Panel discusses rec renovations, security

James Heggen

Students got a chance Tuesday night to hear more about the proposed recreation services renovations and also what ISU Police is doing in terms of campus security.

A panel of five ISU staff members spoke at the student forum, which was sponsored by the Freshman Council and the Government of the Student Body. About 30 students and some staff members gathered to ask the panel questions in the Sun Room in the Memorial Union.

The panel consisted of Mike Harvey, director of recreation services; Tom Hill, vice president for student affairs; Pete Englin, director of the department of residence; Jerry Stewart, director of public safety; and Kris Olds, assistant director of student activities.

Most of the night was focused on the proposed recreation services renovations, which will be voted on by students on Feb. 25, 26 and 27.

Brad Grandgeorge, freshman in agricultural studies, questioned the need for all the renovations and focused his arguments on the proposed leisure pool, hot tub and sauna.

“Looks to me like there’s some stuff that’s really not necessary,” he said. “We’re coming to Iowa State to get an education, not to be in a five-star resort or whatever.”

Harvey said the proposed renovations were identified as the top needs by students, including the leisure pool, hot tub and sauna.

“It is something that is a very common amenity in our other peer recreation facilities that are going up around the country,” he said.

Harvey also talked about what might happen if the vote next week fails, though he said the panel members were optimistic about it passing.

“But if it doesn’t pass, we will regroup and figure out where to go from there, in terms of ‘is it a scaled-back project,’ ‘is there a something else we can do,'” he said.

Although he said they had not talked extensively about what to do about a “no” vote, he said it may depend on the way the vote failed, considering factors such as how significant the vote margin was, who voted and what feedback they received from the vote.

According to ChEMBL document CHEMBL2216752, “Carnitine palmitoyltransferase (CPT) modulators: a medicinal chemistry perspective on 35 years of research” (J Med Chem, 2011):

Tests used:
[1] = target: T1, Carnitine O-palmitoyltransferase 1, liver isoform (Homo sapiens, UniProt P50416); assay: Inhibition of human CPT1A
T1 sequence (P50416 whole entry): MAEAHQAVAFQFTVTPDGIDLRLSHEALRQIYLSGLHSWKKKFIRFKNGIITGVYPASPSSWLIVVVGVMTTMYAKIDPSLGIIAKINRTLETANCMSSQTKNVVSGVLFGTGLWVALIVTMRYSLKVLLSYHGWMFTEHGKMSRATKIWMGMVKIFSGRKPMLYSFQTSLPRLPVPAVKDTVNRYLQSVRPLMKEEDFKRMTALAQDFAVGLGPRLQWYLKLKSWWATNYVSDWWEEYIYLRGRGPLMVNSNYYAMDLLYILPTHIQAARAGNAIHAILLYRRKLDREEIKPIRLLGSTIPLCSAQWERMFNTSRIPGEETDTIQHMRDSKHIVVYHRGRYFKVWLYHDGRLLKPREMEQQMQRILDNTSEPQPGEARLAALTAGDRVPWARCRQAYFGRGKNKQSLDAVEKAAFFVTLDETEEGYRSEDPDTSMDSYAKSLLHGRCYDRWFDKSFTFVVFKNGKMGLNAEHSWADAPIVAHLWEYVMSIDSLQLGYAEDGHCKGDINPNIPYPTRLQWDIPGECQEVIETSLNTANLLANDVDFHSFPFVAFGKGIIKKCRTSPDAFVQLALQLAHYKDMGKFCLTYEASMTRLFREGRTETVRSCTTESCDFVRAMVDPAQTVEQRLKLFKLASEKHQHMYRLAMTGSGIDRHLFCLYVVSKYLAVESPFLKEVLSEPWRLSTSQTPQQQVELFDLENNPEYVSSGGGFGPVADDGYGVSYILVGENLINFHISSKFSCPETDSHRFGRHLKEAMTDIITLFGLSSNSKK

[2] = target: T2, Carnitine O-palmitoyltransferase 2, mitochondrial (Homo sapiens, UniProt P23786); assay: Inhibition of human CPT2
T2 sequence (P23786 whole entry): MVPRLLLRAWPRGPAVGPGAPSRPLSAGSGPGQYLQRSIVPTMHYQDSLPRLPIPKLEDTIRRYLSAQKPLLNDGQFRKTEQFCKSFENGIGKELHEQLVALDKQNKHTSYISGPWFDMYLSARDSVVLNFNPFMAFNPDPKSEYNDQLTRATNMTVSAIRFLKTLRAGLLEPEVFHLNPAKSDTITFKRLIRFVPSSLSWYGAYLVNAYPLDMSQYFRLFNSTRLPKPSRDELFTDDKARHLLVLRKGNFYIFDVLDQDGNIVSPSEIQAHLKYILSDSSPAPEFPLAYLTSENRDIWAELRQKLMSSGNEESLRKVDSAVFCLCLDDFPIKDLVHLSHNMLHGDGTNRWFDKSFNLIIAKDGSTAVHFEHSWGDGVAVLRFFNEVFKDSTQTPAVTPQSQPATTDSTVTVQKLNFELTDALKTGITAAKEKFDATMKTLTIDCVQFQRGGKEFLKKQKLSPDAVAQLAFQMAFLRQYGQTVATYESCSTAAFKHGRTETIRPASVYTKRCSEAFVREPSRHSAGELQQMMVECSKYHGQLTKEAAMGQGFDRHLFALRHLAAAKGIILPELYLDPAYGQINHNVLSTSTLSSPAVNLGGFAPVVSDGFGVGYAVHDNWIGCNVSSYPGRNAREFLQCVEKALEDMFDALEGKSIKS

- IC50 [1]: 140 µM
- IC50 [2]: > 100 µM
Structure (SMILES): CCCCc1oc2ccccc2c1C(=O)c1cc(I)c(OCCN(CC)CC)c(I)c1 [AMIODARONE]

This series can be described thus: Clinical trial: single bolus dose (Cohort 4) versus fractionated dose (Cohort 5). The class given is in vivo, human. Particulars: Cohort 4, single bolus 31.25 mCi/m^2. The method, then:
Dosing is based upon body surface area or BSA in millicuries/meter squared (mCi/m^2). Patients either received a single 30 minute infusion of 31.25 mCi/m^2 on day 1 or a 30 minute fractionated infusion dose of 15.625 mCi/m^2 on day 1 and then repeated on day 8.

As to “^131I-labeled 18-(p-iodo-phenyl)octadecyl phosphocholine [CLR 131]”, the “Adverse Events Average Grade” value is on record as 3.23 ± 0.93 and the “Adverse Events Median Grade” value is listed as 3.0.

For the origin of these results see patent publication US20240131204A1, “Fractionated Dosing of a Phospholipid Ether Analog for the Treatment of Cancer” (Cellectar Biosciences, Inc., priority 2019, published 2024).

Hill added that whether the vote passes or not, something will still need to happen.

“If it does fail, you still have two aging facilities that need work, so you’re going to have to do work on them,” he said. “If you’re not careful, what you’ll wind up doing is spending probably as much money over a shorter period of time to renovate an older facility.”

This would still leave a “limited capacity” and a possible closing of some of the buildings.

“They’re going to become unsafe at the rate we’re going. That’s how serious this thing is,” Hill said.

In the wake of the Northern Illinois University shooting, Stewart also discussed what the Department of Public Safety is doing in terms of campus security.

“I was criticized, I think, by some last fall when I made a statement and said we need to think about possibility, not probability, and to do anything less is short-sighted and unprofessional on my part,” he said.

Stewart said the department was training to deal with a possible active shooter situation as well as training with the Ames Police Department.

He also urged anyone who heard someone making threatening comments to report them immediately.

“Threat assessment is huge,” he said. “We do that every day – you don’t know about it, but we have a stack of threat cases this high that we’re actively working,” Stewart said, while gesturing to indicate the amount of cases his department deals with.